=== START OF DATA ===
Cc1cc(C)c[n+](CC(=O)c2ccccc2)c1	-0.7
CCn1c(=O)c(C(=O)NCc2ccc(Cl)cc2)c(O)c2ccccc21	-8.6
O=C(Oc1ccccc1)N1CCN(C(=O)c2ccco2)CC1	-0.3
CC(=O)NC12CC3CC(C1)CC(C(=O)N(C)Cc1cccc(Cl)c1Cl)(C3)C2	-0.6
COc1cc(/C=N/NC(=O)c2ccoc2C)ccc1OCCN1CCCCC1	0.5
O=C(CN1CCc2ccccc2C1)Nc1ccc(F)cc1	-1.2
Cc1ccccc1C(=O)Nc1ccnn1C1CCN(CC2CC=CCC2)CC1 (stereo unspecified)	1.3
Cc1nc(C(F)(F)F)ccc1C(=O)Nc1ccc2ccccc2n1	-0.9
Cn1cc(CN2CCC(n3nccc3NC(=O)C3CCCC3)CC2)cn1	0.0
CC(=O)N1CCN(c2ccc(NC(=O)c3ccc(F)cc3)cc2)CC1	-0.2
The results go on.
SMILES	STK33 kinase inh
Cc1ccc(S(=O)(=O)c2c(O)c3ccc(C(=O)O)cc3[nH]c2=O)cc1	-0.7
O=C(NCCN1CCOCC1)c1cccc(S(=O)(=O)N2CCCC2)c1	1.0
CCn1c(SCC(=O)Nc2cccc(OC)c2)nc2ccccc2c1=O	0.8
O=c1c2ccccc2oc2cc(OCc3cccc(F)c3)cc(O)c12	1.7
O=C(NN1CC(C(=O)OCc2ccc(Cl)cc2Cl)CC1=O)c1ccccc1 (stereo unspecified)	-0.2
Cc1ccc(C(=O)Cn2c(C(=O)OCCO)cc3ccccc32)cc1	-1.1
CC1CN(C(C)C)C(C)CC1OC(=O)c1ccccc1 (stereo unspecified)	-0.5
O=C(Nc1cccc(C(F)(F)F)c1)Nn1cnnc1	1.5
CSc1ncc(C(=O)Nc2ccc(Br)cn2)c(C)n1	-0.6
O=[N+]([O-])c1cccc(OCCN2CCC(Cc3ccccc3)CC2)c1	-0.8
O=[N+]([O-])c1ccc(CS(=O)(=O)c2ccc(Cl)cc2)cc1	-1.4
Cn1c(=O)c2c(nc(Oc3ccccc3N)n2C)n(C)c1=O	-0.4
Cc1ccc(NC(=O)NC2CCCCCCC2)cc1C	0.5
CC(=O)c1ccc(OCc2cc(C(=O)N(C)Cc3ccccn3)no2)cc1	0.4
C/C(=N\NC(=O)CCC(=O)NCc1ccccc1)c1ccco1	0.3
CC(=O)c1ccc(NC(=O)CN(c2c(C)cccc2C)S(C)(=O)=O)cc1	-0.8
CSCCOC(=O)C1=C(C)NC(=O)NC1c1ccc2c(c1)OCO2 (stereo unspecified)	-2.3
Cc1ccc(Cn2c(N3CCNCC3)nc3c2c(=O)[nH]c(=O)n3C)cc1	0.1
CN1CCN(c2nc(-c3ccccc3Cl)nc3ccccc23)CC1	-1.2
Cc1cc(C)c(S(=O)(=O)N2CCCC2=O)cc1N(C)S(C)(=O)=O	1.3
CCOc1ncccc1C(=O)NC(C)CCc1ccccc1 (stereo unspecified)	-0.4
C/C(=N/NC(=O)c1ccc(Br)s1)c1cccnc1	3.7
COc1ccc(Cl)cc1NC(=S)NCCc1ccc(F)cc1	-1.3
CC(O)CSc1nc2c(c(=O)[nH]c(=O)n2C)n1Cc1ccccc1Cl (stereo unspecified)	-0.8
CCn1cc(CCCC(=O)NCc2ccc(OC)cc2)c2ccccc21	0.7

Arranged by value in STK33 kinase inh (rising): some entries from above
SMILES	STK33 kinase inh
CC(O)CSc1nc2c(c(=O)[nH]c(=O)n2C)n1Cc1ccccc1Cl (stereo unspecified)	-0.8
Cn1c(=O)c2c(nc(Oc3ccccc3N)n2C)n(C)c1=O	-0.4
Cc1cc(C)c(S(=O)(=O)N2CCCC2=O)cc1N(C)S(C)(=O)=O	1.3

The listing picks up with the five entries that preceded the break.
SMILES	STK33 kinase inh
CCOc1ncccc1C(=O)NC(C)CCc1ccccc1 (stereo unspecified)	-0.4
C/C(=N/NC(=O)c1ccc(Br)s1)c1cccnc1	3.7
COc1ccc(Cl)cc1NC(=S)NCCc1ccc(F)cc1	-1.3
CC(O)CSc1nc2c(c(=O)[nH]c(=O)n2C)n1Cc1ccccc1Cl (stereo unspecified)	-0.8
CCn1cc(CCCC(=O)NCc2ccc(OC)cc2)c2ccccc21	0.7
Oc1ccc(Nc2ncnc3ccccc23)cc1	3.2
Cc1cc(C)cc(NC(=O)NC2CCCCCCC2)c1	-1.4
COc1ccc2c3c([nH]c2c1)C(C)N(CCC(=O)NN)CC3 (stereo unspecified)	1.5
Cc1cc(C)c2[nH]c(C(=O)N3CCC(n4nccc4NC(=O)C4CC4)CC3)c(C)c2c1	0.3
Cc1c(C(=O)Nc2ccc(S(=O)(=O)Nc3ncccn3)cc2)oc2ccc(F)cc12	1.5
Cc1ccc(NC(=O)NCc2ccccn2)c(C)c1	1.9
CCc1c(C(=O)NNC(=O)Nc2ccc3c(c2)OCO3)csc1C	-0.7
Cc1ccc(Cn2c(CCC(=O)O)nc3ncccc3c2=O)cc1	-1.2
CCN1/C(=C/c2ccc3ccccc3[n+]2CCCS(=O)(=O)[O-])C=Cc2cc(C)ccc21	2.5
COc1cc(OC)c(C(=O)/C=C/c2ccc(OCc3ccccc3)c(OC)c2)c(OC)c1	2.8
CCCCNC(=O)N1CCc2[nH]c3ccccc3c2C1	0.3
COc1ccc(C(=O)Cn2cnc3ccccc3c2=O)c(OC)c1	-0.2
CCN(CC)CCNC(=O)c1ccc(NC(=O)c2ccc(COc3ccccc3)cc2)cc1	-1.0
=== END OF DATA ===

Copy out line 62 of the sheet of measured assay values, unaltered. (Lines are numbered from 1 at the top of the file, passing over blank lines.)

CCN(CC)CCNC(=O)c1ccc(NC(=O)c2ccc(COc3ccccc3)cc2)cc1	-1.0